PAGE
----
As the 2015 deadline for the attainment of the Millennium Development Goals (MDGs) programme approaches, Nigeria continues to record high maternal mortality, with at least 40,000 women dying each year before, during and after child birth.
Executive Director, Women Health and Action Research centre (WHARC), Prof. Friday Okonofua who disclosed this, said Nigeria ranks second behind India in the world, and one out of the 10 countries that account for 50,000, representing 14 percent of global maternal deaths.
Okonofua, while delivering a lecture titled: “Role of Anaesthetits in Prevention of Maternal Deaths” at the 2012 Scientific Conference organized by the Nigeria Society of Anaesthetists (NSA) in Benin City, with the theme: “Anaesthesia and Millennium Development Goals,” pointed out that “six maternal deaths over a period of 5 years in the United Kingdom is on the high side.”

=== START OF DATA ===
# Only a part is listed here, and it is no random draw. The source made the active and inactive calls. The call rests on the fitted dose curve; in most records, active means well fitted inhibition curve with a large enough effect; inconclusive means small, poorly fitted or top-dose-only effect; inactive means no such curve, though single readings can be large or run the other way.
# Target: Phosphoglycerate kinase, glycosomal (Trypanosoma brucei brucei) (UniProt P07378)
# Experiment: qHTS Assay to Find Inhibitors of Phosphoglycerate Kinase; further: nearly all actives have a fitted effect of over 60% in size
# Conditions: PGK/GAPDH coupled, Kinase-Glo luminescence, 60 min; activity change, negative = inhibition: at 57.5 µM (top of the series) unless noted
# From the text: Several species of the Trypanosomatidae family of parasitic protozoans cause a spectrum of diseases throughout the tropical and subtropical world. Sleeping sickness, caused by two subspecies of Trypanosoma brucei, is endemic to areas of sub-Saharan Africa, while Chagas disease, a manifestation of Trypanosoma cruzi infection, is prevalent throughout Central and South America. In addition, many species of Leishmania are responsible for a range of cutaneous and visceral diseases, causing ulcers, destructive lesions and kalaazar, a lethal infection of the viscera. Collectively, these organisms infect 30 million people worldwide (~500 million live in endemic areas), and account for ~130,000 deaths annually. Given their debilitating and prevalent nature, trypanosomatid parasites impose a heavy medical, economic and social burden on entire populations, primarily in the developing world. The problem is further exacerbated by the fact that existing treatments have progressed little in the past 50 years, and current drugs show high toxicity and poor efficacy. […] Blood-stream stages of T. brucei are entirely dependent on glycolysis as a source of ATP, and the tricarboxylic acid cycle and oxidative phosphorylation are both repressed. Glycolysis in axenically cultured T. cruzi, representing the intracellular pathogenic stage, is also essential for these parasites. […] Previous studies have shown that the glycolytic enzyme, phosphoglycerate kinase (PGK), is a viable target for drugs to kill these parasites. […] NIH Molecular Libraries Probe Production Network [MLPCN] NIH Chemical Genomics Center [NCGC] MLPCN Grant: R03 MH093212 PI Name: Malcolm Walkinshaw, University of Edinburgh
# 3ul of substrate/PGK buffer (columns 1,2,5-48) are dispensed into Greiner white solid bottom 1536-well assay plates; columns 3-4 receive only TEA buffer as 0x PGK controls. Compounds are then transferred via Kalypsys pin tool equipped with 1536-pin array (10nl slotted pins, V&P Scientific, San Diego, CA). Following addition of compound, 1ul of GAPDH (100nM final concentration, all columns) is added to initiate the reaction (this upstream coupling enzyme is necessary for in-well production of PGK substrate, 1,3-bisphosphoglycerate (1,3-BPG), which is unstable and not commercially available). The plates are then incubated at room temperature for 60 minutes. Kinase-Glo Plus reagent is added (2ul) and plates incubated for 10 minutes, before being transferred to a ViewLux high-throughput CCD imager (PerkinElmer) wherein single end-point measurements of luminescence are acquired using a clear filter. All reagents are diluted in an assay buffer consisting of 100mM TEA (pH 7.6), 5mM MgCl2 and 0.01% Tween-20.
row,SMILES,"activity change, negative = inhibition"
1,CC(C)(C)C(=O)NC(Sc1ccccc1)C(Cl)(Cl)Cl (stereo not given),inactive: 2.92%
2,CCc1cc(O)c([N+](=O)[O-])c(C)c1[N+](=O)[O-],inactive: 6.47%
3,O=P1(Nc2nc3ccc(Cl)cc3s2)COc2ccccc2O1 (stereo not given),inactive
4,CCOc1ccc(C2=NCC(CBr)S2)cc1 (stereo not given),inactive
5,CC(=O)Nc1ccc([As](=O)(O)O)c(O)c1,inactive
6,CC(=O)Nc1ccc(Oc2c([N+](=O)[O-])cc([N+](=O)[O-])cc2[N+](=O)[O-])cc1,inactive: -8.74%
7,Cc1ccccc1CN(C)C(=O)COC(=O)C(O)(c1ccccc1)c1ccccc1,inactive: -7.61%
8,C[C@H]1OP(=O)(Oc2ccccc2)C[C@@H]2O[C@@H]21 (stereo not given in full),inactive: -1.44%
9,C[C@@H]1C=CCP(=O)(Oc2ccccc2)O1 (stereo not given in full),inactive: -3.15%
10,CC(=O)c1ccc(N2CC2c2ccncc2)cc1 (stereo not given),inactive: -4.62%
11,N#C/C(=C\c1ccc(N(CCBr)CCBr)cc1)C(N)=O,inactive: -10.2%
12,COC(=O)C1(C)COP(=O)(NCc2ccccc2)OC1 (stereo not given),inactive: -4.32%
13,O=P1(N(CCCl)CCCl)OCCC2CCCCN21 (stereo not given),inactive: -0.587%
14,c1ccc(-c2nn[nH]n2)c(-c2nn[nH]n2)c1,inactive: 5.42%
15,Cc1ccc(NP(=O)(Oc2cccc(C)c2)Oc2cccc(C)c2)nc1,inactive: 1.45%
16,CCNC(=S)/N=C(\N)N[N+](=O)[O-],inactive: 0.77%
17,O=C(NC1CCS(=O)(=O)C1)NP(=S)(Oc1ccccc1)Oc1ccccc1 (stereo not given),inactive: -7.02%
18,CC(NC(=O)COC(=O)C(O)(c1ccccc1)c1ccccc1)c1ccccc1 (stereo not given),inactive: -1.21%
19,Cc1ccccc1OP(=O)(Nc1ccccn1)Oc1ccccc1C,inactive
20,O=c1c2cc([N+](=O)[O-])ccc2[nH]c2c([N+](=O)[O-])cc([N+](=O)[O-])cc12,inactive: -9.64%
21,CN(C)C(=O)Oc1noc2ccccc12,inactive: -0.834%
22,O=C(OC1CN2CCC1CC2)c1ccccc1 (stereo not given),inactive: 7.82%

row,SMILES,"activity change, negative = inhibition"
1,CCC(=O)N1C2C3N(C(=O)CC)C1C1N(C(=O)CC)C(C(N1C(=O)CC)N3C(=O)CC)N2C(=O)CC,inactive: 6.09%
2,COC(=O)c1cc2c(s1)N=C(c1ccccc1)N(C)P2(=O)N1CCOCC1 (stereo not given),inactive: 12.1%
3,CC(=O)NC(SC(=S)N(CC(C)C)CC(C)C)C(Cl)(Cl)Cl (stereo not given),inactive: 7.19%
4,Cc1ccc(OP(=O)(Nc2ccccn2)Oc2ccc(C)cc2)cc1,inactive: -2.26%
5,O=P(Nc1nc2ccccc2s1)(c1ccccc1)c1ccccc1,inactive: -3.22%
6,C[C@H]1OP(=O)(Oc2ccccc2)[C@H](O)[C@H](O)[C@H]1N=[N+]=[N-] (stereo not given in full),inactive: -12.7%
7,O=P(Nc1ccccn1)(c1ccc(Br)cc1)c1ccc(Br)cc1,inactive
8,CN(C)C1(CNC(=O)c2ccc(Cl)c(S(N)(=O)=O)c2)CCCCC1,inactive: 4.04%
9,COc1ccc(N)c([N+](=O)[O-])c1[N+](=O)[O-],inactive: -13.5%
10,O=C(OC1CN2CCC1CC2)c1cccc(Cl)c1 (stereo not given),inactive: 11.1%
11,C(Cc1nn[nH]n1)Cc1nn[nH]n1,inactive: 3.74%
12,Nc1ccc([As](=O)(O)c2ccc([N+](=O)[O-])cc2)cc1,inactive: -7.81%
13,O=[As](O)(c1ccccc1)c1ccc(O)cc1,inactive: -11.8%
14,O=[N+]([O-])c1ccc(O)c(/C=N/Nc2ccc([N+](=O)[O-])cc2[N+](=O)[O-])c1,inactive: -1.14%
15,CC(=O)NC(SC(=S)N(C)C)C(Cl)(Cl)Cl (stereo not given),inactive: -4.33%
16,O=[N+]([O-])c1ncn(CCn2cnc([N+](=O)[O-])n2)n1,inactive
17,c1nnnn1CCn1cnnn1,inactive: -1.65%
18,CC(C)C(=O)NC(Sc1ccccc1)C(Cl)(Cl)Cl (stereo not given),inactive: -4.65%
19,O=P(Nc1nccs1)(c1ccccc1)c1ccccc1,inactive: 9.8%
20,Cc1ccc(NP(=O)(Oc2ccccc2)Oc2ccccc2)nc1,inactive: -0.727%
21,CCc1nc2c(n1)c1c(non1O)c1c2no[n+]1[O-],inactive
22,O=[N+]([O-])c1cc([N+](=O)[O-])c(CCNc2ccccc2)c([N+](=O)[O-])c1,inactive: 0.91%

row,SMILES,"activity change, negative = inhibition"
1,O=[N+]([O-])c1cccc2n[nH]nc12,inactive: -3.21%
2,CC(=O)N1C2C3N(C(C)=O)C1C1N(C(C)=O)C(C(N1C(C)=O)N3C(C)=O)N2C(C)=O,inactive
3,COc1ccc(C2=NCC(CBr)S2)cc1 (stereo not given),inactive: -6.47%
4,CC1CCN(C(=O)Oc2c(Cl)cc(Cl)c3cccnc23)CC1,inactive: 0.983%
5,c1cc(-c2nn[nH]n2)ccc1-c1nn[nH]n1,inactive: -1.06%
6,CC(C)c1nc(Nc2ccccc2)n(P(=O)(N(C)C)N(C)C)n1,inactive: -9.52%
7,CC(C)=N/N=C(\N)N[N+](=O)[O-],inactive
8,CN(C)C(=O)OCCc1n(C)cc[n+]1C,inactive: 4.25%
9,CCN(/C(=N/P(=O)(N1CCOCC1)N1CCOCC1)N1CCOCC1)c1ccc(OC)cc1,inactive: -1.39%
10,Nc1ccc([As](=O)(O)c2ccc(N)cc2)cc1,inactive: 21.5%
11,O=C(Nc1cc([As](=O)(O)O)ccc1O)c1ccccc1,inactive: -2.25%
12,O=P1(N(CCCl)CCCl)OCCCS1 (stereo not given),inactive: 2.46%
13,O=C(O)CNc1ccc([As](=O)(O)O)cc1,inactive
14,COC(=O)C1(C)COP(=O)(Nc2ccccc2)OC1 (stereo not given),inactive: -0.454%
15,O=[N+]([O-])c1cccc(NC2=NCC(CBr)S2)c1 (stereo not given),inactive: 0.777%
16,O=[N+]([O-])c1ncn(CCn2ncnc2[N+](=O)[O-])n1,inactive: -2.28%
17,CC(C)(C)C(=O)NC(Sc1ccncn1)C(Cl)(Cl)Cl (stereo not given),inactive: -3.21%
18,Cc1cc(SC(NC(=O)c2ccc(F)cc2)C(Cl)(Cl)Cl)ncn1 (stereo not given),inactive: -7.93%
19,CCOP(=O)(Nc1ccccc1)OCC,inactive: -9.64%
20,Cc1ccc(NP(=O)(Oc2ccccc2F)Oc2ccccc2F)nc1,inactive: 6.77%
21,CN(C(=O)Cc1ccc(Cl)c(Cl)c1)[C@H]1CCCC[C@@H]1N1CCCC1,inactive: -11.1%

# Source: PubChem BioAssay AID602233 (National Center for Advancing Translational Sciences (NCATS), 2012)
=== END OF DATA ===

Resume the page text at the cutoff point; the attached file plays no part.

The Professor of Gynaecology also listed the causes of maternal deaths to include: excessive bleeding of women before, during and after child birth, hypertension and HIV/AIDS accounting for 40 percent deaths at the University of Benin (UBTH) alone.
On his part, Governor Emmanuel Uduaghan of Delta State, a medical doctor, who was conferred with Anaesthesia award for Excellence, said the State has begun free maternal health programme since 2007; in addition to free health care for children below ages 0-5.
Represented by the State Commissioner for Health, Mr. Joseph Otumara, Uduaghan recalled that before the commencement of the free maternal programme five years ago, 460 deaths were recorded in every 1,000 pregnancies and child delivery among women in the State.
“But as at November 27, 2012, it was 221 for every 1,000 delivery and by the next statistics expected later in the year, the figure would have dropped,” the Governor’s representative said.